We started off with a couple of anchor charts. I had started the anchor chart with some common themes and then we added to it as the students discovered more. I really stressed how theme was a real world connection so they would understand that it was not specific to the story.
As we added more themes, I still had a few students confusing it with a summary, so we made a quick IS and IS NOT chart on the bottom of this anchor chart.
So, what did we use as text to discover theme? These AMAZING task cards from Rachel Lynette:
She has provided a few options for how to use these cards in the classroom, but here is how we used them:
First, I LOVED them so much that I made a class set of the entire set....yes a class set! This way the students had lots of practice and could write all over the text. The students completed two stories a day during reading time. They read the text and wrote what they thought the theme of the text was on the paper. Then, they provided another sentence supporting their answer with evidence from the text (using evidence based terms!). Here are some examples:
After reading groups were over, we shared out possible themes for the texts. Then, we would look at the multiple choice answer sheet that Rachel provided and choose from the choices. The students also had to support their choice with evidence.
I also sent two of the stories for homework each night for even more practice! Midway through the week, I had my eye on those struggling students and knew I needed to get them in a small group before we moved on to passages that were 1 and 1/2 pages in length. The biggest problem they had was not understanding what a theme was and how that theme related to a story. So, I used a pictorial representation sort to help them understand. We looked at some pictures that represented common themes. We discussed what was going on in the picture and connected that to a story. I would then ask them what can you learn from this picture. We shared out ideas and then looked for the card that contained a theme that best represented the picture. We continued sorting the pictorial representation of the theme with the theme itself while I asked probing questions and connected what they were doing to what they would do with a story. When I thought they had a good grasp on it, we did one of Rachel Lynette's stories together. Then, they did the other story on the page. Success!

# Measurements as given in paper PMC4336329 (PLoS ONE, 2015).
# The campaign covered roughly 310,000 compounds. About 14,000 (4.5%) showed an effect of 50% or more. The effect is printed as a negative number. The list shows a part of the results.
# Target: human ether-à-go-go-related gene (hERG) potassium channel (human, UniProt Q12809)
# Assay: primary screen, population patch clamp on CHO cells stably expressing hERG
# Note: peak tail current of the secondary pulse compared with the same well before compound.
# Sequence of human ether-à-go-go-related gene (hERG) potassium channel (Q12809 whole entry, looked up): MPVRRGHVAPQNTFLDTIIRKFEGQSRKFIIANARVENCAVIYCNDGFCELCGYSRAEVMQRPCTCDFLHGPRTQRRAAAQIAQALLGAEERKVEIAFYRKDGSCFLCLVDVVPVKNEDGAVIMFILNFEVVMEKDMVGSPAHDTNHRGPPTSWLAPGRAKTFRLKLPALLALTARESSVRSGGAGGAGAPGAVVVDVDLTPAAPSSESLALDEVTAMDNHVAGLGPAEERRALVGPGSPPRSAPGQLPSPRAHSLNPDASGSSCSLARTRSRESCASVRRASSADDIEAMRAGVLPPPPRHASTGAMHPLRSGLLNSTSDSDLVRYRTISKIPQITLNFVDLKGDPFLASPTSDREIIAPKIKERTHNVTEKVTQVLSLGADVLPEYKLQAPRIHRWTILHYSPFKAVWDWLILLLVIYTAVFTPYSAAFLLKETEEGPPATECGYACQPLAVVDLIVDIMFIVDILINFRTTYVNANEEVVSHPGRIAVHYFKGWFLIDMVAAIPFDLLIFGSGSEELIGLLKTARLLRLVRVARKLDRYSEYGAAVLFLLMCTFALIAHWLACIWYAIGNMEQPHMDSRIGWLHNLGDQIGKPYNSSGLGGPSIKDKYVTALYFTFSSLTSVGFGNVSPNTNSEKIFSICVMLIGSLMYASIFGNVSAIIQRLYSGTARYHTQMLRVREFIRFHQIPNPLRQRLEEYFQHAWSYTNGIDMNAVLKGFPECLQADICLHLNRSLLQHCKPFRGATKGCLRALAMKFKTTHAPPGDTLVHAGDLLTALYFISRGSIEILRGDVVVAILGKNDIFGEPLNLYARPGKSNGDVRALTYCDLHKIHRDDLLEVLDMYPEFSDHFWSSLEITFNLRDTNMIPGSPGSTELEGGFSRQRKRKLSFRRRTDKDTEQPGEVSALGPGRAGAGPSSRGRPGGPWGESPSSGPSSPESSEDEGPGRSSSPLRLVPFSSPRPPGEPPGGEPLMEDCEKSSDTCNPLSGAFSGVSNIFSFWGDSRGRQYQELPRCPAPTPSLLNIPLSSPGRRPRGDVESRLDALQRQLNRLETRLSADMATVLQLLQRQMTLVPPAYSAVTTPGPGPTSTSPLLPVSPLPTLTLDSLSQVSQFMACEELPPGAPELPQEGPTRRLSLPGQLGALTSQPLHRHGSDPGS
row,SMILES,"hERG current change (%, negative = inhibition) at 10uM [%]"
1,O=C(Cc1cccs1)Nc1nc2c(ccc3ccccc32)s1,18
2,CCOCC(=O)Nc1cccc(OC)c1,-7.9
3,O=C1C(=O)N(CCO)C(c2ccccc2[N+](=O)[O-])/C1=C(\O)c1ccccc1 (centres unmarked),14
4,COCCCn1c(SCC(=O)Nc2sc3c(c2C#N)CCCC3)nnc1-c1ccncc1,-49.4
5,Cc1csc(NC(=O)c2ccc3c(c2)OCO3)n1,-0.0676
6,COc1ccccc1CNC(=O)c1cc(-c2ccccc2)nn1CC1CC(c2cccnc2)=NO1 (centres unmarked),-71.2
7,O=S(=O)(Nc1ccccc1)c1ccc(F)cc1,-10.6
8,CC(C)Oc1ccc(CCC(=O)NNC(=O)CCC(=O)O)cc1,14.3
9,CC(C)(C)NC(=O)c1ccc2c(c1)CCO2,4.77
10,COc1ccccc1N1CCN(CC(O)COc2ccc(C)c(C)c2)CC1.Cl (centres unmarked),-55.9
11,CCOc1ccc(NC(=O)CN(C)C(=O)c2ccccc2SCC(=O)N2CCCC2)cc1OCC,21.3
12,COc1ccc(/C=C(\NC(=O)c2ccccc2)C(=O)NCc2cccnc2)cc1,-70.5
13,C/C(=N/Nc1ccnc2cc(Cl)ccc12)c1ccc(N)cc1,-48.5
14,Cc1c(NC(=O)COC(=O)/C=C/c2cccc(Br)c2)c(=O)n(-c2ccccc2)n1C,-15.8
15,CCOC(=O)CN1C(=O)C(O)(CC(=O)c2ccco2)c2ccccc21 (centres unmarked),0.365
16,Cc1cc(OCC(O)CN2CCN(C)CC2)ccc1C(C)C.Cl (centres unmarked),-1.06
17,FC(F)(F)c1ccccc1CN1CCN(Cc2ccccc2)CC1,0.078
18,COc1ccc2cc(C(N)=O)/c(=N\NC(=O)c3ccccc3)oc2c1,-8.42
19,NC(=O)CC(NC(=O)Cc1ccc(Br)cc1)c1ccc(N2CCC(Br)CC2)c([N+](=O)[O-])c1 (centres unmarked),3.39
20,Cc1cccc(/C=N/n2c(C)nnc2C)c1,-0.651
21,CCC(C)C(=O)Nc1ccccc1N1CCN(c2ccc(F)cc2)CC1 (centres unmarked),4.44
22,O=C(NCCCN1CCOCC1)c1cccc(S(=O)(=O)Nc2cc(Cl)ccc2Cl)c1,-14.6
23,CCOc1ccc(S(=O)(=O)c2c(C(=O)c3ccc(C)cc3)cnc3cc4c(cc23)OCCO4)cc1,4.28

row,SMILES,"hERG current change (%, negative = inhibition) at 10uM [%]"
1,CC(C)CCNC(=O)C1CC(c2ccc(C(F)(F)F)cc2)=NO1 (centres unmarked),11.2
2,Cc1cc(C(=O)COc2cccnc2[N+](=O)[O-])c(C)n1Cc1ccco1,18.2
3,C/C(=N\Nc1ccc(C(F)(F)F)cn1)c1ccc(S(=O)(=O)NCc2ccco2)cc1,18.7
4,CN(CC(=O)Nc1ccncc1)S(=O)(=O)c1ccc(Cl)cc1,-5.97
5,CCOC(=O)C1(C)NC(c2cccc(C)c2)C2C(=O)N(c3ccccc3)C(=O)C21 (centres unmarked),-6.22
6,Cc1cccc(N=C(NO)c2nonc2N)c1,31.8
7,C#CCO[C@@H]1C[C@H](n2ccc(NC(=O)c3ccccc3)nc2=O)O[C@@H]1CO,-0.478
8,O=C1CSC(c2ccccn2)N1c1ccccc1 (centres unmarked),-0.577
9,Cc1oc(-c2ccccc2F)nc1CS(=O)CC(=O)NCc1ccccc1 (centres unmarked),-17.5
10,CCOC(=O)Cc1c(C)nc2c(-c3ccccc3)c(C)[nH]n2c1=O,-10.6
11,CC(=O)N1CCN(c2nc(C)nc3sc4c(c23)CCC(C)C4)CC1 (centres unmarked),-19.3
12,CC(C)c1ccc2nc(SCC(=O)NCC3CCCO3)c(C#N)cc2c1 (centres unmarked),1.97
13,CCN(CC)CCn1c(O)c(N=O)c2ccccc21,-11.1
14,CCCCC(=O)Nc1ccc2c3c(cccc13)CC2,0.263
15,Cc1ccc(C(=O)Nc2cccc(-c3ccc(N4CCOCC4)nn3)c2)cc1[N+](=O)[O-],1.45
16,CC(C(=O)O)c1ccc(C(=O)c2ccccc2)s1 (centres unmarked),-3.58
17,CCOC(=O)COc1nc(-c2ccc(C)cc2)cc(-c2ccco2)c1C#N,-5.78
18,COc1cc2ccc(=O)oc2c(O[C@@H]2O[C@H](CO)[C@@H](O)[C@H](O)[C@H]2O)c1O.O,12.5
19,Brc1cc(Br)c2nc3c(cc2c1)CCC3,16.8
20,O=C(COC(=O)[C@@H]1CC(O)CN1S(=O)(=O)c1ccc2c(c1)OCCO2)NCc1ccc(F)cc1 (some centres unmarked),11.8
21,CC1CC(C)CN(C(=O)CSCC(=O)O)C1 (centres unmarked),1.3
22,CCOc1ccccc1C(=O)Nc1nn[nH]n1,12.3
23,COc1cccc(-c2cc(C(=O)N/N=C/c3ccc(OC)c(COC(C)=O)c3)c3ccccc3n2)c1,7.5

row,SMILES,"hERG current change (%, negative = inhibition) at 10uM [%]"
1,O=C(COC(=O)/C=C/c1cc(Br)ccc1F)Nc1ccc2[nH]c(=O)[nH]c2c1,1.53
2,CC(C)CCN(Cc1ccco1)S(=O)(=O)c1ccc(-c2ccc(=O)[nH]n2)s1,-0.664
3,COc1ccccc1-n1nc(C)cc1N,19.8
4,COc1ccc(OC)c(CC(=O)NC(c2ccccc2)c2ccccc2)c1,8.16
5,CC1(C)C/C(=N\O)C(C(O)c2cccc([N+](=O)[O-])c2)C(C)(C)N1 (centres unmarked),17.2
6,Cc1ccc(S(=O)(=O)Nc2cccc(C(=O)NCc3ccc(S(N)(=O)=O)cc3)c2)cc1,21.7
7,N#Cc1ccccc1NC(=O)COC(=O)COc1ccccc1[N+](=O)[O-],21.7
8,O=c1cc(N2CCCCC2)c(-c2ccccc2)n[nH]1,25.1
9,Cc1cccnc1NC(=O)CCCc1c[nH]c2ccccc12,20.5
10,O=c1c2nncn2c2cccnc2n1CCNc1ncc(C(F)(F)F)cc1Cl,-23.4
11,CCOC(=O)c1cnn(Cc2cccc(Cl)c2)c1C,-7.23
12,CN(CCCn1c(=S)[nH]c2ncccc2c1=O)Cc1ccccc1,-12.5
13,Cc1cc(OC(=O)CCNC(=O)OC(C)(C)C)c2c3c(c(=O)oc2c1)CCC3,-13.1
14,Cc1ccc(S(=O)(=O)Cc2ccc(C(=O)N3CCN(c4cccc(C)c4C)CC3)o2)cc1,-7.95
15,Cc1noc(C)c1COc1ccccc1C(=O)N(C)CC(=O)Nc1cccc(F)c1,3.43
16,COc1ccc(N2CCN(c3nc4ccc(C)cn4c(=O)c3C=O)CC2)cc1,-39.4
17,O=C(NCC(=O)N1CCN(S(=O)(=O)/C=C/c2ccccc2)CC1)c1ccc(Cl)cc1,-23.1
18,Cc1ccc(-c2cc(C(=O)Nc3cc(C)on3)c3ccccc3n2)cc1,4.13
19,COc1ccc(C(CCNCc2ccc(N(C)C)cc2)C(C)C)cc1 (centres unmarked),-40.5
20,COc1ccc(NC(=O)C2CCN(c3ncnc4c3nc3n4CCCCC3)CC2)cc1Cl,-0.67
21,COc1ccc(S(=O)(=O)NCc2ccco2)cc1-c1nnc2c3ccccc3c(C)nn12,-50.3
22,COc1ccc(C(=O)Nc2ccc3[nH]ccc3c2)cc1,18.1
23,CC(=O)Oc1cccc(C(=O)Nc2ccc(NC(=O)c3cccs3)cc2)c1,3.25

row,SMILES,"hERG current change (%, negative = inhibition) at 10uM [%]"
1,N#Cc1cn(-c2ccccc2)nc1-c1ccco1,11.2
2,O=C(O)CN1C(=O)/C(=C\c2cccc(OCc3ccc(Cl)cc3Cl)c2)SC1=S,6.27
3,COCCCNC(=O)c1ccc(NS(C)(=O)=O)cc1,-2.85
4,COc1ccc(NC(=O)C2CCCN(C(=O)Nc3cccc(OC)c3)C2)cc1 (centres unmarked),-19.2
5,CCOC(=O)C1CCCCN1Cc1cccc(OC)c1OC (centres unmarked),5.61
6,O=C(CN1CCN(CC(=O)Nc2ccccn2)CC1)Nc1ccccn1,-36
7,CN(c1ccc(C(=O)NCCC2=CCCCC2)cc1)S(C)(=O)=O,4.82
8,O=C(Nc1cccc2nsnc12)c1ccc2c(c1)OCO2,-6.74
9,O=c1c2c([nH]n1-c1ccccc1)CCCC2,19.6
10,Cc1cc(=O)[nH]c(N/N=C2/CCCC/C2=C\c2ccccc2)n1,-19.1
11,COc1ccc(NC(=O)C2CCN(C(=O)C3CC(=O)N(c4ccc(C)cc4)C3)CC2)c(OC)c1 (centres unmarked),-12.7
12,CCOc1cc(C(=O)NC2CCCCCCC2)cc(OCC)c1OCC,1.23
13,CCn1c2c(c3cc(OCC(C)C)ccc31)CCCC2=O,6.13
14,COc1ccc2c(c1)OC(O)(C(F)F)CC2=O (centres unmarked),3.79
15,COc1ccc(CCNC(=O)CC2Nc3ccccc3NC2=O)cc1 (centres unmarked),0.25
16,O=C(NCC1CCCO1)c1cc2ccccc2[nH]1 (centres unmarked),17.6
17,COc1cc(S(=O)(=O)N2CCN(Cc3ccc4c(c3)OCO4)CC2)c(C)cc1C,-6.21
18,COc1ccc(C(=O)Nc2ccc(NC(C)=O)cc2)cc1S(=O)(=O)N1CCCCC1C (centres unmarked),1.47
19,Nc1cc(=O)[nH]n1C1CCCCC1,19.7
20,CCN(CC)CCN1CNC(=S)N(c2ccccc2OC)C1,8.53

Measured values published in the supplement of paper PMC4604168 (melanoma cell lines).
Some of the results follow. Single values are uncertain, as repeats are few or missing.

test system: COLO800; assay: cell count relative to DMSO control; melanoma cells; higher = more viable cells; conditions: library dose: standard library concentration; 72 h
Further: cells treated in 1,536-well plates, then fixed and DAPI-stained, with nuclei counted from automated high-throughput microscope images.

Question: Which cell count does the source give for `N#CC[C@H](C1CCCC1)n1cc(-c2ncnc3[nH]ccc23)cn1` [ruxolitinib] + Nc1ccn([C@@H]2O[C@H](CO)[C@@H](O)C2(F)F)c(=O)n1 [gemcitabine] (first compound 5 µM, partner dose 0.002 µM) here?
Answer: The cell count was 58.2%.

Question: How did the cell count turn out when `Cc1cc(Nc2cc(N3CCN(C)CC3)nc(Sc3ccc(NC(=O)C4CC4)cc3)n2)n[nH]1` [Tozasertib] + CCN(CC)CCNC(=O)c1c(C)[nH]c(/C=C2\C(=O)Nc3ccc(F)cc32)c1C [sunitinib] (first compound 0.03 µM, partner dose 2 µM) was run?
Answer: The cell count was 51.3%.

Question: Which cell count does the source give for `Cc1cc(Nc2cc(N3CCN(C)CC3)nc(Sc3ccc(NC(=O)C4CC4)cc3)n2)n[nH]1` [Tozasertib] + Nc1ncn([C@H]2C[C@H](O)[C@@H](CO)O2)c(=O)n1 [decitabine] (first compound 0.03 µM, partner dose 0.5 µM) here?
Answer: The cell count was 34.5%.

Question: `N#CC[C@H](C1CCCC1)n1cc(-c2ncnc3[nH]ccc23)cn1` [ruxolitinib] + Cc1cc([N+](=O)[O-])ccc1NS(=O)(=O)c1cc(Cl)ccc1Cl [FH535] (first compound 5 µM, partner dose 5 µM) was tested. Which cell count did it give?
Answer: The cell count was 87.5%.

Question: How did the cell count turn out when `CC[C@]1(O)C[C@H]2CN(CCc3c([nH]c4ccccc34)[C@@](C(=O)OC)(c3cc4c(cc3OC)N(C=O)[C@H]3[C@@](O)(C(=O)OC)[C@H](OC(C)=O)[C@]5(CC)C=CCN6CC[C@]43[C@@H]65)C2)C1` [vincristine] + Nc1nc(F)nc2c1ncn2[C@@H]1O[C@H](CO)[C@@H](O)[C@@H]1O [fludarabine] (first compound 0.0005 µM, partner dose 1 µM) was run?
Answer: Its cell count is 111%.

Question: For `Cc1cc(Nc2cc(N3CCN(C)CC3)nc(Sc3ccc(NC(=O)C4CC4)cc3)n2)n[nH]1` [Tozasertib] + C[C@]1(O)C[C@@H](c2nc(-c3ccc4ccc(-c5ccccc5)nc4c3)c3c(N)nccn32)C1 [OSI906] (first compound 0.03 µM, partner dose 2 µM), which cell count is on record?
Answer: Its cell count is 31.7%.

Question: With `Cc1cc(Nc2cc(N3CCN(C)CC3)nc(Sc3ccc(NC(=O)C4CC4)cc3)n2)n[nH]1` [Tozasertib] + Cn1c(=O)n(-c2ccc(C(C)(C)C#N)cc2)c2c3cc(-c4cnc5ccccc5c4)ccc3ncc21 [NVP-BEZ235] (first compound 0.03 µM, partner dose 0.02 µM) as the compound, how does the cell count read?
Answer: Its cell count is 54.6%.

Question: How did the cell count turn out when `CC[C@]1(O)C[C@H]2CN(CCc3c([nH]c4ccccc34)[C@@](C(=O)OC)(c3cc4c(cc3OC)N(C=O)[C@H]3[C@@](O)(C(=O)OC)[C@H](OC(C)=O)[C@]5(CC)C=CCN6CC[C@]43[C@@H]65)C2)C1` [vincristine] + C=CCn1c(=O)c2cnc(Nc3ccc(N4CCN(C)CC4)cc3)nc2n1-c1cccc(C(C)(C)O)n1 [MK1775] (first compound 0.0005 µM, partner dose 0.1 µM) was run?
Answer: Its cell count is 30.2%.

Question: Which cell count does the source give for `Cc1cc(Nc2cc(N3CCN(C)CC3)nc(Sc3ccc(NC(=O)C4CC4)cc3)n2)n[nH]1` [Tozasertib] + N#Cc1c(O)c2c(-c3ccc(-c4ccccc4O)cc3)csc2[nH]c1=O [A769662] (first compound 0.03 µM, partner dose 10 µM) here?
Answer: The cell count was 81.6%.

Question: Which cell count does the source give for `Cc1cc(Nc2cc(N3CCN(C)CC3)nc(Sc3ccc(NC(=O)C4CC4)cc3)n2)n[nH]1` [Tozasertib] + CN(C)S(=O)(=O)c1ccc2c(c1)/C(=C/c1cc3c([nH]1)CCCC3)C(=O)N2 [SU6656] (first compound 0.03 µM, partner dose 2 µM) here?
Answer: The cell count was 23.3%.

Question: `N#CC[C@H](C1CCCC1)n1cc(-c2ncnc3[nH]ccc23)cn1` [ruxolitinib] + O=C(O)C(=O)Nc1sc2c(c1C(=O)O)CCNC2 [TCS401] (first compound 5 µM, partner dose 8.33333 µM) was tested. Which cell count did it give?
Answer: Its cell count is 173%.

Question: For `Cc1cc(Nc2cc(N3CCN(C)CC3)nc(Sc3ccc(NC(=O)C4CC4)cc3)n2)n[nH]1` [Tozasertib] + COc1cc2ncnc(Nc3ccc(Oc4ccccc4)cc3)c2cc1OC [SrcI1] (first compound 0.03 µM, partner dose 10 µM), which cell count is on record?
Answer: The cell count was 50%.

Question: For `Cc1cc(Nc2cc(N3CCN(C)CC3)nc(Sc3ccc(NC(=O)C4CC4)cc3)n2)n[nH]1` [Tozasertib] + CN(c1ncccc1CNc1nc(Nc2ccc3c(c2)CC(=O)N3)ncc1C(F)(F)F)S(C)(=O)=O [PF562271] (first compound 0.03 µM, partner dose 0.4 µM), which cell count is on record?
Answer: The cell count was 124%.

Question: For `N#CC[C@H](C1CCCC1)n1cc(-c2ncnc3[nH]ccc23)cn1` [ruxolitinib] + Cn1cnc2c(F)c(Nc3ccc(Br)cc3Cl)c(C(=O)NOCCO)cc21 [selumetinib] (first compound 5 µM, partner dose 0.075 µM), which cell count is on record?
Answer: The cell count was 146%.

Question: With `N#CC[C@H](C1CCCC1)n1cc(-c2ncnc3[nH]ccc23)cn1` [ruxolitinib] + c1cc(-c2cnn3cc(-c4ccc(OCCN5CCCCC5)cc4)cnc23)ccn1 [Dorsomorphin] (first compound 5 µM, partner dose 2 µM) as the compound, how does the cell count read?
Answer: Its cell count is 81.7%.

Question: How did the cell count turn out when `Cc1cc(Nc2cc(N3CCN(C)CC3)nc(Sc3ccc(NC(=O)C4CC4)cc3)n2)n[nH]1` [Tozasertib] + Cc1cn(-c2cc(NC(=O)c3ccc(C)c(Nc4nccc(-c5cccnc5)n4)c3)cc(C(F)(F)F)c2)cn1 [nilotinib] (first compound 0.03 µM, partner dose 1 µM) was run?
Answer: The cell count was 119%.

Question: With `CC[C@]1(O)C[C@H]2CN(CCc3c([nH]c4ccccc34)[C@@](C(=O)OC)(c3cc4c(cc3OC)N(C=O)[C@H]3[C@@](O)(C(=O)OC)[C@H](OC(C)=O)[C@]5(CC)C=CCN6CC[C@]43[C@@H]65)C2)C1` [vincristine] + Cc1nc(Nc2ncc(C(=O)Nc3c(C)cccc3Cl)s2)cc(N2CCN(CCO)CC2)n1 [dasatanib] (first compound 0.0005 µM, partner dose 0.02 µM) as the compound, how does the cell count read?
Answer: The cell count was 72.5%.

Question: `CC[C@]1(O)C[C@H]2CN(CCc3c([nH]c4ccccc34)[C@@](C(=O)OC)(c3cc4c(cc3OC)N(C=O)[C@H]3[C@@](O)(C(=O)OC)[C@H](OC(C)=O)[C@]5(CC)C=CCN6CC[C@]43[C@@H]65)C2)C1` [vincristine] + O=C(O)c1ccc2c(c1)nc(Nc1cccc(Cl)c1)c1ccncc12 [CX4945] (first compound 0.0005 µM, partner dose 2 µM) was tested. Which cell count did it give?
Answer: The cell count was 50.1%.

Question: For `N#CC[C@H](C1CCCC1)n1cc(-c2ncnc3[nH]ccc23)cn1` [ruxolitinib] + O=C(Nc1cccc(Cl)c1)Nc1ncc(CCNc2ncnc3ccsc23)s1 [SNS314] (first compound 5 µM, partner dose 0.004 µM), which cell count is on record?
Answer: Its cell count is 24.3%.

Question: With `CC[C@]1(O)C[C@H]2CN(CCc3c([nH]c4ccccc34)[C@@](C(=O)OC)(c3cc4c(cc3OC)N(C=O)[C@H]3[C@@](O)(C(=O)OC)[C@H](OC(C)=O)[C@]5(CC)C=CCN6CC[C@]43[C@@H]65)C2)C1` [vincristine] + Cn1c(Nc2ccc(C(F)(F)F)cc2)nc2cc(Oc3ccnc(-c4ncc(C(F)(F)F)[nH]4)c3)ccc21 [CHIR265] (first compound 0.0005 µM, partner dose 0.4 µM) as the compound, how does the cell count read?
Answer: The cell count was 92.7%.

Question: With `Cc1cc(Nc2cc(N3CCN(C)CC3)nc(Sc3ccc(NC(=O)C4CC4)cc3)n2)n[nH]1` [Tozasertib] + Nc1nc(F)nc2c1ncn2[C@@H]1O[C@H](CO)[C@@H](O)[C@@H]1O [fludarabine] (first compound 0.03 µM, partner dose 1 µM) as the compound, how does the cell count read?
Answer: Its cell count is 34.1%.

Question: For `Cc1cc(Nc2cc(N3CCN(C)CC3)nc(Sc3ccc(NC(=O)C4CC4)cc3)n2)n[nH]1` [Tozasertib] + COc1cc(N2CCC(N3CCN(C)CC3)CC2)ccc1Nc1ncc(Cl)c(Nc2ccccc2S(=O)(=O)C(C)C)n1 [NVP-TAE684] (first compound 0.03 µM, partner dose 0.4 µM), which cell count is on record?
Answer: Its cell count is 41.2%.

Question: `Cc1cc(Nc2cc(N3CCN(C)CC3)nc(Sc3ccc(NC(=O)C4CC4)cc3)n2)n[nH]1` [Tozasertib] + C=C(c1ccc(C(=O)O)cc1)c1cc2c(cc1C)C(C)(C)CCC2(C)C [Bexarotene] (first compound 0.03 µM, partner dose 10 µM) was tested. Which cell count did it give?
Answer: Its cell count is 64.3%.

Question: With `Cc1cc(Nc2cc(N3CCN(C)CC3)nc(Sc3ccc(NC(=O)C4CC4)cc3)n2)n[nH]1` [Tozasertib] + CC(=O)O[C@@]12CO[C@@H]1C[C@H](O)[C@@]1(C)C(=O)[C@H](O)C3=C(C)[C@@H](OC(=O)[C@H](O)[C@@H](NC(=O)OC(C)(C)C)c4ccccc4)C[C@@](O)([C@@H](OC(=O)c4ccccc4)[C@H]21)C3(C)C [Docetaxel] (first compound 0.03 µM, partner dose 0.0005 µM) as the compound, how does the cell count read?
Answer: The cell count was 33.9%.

While this small group re-teaching was going on, the other students were writing short stories (modeled after Rachel's awesome task cards) with a theme of their choosing from our chart. They had a good time with this! I had them write them on index cards for two reasons: index cards are FUN to write on and I let them trade their cards with a partner and try to discover each other's themes.
Don't you just love foldables?
They did a fabulous job! However, I know that if I would have started the unit with long passages instead of the task cards, I would not have had so much success. We finished the week with a few more long passages (There are 4 in all in my Theme Unit.) and then took the assessment....which they all passed!
And now for the freebie! I made the flippable using 4mulafun's flippable template pack. You can check it out here! It was so easy to make the flippable. All I had to do was insert the text boxes. She even includes the directions for student cutting. Can't get any easier than that! Click on the picture to download your free flippable today.
Well that was my week in reading, what are you teaching in reading?